A Brief History of the Schreyer House
Beyond the Arboretum, down the part of Shortlidge Road that doesn’t go through the heart of campus, lies the historic Schreyer House. When Dr. Eric Barron was officially announced as the 18th President of Penn State, it was enumerated through his contract that the University would provide housing during his term in the form of the Schreyer House, which has remained empty since Graham Spanier’s departure two years ago.
The Schreyer House was established as the president’s residence on May 12, 1995, and named to honor the board chairman at the time, William A. Schreyer, of Honors College fame. The Tudor-style house sits on a 76-acre property and originally served as a summer home for H. Walton Mitchell when it was built in 1928. Mitchell, a three-term judge in Allegheny County, was an 1890 Penn State graduate and was the first alumnus to be elected to Penn State’s Board of Trustees.
In 1985, Mitchell’s granddaughters sold the house and surrounding land to Penn State. In 1995, when the house was 67 years old, it underwent a renovation funded primarily by a $1 million gift from the Schreyers. Upon the completion of the construction, University President Graham Spanier moved into the house, marking the first time the university president had lived on campus since 197o before it was moved because of the anti-war riots (President Eric Walker was the last to live at the University House). In a subsequent Board of Trustees meeting, the board authorized the sale of the existing presidential residence three miles south of campus on Kennard Road since the University no longer needed it with the Schreyer House renovated and operational.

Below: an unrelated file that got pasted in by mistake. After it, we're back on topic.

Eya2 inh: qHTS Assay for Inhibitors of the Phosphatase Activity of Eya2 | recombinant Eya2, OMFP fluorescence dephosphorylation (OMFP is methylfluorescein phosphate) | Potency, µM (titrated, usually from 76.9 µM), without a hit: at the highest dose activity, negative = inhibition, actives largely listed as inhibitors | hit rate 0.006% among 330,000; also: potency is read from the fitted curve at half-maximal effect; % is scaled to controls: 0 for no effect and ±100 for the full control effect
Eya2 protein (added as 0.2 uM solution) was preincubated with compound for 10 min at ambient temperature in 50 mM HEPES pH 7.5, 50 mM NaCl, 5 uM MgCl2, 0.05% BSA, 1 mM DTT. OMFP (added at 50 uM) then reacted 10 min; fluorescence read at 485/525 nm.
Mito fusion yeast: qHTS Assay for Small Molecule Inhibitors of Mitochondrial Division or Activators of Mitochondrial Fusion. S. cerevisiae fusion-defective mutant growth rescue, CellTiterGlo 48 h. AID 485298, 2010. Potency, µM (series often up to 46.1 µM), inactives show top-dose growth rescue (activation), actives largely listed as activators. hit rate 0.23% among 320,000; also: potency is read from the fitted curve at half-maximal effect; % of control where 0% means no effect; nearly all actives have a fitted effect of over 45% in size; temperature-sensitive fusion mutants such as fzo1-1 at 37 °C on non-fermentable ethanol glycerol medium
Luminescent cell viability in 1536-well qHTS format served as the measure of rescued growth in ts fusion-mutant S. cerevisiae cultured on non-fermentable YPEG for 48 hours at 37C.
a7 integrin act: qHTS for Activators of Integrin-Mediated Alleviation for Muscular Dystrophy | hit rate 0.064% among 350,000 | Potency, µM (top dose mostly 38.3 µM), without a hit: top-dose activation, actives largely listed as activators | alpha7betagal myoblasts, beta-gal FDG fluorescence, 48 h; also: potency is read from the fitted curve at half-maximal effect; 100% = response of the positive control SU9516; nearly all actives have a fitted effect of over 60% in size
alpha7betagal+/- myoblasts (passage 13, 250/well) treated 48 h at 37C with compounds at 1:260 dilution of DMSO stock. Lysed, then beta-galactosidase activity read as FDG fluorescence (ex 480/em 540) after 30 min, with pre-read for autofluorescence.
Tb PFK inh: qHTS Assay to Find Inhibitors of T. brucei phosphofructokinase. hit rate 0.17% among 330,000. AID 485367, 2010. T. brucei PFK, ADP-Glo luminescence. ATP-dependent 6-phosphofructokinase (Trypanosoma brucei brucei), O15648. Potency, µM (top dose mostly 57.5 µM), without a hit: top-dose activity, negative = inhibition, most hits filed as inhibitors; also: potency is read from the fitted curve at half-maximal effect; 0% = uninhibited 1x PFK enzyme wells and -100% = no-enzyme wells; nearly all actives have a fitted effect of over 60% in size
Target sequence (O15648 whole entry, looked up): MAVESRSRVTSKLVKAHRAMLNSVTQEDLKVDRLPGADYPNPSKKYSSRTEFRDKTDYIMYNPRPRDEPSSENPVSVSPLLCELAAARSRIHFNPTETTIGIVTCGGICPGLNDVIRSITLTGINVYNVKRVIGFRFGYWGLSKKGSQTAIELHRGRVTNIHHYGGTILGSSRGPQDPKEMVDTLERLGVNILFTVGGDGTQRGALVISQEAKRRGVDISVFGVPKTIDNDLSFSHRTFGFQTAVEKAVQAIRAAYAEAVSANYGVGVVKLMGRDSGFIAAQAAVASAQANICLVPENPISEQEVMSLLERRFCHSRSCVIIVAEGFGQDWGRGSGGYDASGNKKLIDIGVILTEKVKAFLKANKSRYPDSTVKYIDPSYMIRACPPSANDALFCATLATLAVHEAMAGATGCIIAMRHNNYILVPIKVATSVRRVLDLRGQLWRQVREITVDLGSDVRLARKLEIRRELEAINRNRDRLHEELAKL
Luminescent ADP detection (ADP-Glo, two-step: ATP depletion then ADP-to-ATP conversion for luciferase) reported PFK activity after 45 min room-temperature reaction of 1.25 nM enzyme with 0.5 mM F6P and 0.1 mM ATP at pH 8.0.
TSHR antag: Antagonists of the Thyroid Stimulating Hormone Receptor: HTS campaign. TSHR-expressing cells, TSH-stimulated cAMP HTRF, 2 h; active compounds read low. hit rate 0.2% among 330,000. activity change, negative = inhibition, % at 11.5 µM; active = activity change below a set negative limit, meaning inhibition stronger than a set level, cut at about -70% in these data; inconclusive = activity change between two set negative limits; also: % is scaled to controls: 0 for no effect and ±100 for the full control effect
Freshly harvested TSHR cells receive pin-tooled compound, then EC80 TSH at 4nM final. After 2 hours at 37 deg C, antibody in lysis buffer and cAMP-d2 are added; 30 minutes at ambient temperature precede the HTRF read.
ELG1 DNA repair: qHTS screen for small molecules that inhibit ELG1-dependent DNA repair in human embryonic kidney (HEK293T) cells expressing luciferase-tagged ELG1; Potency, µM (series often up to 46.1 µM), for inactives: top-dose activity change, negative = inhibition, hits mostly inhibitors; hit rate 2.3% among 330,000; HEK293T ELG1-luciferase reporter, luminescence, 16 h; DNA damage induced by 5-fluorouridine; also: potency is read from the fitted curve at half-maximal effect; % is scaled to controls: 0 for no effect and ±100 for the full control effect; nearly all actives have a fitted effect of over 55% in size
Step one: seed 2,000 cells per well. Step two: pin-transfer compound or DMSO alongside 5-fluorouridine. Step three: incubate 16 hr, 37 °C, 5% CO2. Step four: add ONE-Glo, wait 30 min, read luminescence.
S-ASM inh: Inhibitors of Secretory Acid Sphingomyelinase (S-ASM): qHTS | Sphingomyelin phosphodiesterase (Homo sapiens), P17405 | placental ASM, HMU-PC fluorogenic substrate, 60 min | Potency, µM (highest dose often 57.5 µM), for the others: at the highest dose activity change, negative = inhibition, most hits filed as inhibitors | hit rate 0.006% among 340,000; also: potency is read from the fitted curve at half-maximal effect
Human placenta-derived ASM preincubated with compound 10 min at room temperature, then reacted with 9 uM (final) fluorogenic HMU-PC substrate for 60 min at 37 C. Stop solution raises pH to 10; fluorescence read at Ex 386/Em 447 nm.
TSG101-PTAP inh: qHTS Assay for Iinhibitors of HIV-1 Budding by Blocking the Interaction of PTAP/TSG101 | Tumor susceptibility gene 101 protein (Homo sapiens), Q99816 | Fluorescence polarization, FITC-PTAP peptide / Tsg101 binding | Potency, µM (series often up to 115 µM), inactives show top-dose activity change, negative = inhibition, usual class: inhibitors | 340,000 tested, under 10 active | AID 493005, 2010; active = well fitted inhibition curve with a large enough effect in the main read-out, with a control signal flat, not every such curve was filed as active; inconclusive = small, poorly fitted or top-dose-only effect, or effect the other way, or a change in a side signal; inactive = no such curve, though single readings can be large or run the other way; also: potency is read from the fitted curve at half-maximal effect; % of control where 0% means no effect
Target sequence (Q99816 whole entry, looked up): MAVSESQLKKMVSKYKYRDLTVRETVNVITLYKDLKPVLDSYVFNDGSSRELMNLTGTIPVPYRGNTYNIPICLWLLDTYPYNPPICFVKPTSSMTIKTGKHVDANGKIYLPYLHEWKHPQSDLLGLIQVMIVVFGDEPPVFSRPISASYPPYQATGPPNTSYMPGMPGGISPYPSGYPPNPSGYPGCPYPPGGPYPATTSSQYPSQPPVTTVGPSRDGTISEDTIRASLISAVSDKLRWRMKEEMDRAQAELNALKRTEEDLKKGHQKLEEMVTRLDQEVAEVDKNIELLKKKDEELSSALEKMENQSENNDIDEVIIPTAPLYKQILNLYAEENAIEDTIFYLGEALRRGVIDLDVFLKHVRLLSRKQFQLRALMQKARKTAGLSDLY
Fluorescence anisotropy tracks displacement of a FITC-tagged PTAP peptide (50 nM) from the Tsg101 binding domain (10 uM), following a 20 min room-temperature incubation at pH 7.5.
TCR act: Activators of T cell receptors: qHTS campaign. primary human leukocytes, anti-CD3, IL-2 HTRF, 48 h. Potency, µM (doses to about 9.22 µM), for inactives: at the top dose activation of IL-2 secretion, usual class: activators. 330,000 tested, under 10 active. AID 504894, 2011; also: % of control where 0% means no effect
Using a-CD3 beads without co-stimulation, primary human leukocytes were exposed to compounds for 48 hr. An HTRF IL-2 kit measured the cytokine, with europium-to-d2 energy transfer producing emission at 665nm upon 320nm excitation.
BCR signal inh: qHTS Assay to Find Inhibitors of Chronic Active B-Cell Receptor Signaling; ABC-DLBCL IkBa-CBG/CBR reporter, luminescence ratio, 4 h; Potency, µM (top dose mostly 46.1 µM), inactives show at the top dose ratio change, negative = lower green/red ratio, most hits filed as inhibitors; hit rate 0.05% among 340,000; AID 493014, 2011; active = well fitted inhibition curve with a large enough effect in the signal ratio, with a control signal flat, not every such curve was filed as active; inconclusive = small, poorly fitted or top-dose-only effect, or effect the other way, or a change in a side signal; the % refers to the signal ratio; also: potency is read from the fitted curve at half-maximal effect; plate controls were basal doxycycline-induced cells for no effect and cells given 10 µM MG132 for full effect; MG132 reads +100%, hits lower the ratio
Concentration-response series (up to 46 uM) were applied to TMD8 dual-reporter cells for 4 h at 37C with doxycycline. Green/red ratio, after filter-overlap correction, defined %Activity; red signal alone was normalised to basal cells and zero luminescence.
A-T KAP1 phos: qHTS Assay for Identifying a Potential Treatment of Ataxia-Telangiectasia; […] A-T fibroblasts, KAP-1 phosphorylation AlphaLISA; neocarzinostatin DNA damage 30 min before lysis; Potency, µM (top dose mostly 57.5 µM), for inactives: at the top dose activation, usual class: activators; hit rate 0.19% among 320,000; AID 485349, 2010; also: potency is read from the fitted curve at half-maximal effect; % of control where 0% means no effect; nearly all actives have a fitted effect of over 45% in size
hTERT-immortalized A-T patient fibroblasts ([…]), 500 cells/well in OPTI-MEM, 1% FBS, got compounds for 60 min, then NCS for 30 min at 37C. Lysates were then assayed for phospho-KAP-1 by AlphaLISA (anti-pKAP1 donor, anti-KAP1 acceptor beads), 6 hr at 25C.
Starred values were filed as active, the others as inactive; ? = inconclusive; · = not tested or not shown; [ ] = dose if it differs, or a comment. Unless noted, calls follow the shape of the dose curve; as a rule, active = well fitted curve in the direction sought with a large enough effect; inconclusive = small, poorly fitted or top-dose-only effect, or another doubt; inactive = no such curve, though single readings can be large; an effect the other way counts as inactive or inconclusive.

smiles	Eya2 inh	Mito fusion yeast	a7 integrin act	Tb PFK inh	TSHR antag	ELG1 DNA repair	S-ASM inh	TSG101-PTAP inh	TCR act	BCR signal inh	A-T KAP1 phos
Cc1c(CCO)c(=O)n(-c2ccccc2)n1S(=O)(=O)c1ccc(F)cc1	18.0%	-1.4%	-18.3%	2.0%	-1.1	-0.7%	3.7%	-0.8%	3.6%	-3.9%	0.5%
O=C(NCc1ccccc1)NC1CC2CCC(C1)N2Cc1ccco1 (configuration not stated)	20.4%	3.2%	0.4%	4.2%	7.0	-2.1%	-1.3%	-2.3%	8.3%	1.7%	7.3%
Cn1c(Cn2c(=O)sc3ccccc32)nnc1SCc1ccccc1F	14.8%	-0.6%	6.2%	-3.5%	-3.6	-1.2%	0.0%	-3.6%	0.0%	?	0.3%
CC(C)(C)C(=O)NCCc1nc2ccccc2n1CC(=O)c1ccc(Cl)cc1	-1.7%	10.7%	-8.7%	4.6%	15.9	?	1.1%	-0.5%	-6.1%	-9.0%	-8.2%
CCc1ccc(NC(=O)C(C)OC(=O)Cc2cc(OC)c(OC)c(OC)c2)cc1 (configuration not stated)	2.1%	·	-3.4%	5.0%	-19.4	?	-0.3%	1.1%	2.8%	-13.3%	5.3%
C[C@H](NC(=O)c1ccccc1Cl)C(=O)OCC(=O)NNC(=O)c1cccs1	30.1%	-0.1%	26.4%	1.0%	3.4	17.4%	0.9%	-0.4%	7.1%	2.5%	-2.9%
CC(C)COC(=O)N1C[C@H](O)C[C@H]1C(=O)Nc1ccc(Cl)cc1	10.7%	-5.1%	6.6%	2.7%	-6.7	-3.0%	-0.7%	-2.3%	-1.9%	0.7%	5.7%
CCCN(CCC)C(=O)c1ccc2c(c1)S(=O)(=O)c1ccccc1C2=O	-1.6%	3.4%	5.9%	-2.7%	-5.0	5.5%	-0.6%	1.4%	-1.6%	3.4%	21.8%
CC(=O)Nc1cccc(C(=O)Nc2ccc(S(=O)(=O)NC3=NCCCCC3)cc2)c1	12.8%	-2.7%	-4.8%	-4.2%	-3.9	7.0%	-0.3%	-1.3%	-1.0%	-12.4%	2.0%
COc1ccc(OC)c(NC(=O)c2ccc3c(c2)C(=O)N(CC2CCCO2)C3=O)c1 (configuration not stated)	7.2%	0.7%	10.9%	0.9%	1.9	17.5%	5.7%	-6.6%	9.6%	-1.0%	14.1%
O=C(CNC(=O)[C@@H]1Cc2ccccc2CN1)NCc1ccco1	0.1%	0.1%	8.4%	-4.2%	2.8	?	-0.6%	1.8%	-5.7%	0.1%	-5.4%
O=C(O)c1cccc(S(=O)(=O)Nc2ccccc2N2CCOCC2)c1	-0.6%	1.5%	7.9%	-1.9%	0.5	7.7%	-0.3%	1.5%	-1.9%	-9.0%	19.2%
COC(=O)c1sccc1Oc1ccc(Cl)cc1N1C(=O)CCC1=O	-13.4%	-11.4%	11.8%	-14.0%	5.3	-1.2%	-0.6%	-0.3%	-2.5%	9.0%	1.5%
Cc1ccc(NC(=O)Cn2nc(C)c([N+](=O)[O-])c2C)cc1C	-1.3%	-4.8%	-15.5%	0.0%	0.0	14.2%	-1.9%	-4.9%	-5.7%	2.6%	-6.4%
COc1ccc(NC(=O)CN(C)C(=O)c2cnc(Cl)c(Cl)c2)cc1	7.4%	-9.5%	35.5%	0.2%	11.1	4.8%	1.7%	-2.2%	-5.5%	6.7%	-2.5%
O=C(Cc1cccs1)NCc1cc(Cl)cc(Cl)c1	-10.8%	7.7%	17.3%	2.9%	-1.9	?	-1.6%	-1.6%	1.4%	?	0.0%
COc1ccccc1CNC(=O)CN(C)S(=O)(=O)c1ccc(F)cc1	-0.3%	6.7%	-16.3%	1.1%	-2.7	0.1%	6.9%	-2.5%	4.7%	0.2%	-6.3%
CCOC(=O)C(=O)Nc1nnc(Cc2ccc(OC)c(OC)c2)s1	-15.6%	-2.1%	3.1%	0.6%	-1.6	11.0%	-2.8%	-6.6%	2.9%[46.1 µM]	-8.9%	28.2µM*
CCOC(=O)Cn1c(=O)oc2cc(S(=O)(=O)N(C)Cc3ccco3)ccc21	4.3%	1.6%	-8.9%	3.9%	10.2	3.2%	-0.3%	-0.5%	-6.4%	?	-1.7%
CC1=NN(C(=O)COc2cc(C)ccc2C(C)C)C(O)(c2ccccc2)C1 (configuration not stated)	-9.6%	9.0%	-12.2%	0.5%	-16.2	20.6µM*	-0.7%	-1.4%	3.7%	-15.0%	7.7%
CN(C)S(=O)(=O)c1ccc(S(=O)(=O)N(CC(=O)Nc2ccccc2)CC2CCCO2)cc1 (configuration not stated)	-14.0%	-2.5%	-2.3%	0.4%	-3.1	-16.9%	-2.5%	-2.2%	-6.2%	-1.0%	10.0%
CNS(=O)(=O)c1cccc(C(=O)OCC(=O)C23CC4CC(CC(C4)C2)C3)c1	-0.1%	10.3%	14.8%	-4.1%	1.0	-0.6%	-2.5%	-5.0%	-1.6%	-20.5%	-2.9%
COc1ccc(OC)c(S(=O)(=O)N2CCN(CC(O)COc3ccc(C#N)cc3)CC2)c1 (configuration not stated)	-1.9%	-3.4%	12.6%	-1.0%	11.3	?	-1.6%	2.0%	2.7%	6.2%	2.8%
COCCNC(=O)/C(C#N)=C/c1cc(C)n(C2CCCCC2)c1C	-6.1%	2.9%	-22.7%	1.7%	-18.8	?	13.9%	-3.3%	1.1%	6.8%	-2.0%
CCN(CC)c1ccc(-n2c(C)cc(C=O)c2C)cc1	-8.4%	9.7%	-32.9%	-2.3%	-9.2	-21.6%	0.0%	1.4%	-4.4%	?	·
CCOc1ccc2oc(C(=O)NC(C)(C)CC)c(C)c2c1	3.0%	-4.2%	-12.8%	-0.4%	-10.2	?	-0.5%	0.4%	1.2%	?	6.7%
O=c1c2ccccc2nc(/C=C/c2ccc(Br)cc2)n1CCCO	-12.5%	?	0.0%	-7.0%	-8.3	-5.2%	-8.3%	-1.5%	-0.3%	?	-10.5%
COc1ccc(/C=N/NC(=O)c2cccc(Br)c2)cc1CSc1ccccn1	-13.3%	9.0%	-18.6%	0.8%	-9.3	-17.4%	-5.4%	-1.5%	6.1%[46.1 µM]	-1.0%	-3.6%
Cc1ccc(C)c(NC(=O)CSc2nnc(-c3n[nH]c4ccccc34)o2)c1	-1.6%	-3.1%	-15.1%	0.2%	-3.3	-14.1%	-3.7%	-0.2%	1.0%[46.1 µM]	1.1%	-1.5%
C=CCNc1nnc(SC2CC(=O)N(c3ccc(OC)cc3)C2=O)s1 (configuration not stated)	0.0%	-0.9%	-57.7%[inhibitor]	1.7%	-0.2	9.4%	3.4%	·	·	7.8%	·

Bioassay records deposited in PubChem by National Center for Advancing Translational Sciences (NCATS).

The Schreyer House was cheaper to own and operate than the Kennard Road residence — it had three additional bedrooms plus more parking and easier access for those with disabilities. The Schreyer House, originally known as Lisnaward on the Mitchell Estate, also serves as a venue for hosting and entertaining University guests, boasting nearly 10,000 square feet of space.
Apart from various open houses and university functions, Schreyer House has remained empty in the recent years. Dr. Barron is set to make Penn State history this May as the 18th university president, but also the second ever to live in the renovated Schreyer House.
Here are some photos of the property from Penn State spokesman Bill Zimmerman:
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The coalition will gather for a protest at 6 p.m. on Sunday, June 7 at the Allen Street Gates.
“We just wanted to show that student-athletes can use their platform or take a stance.”
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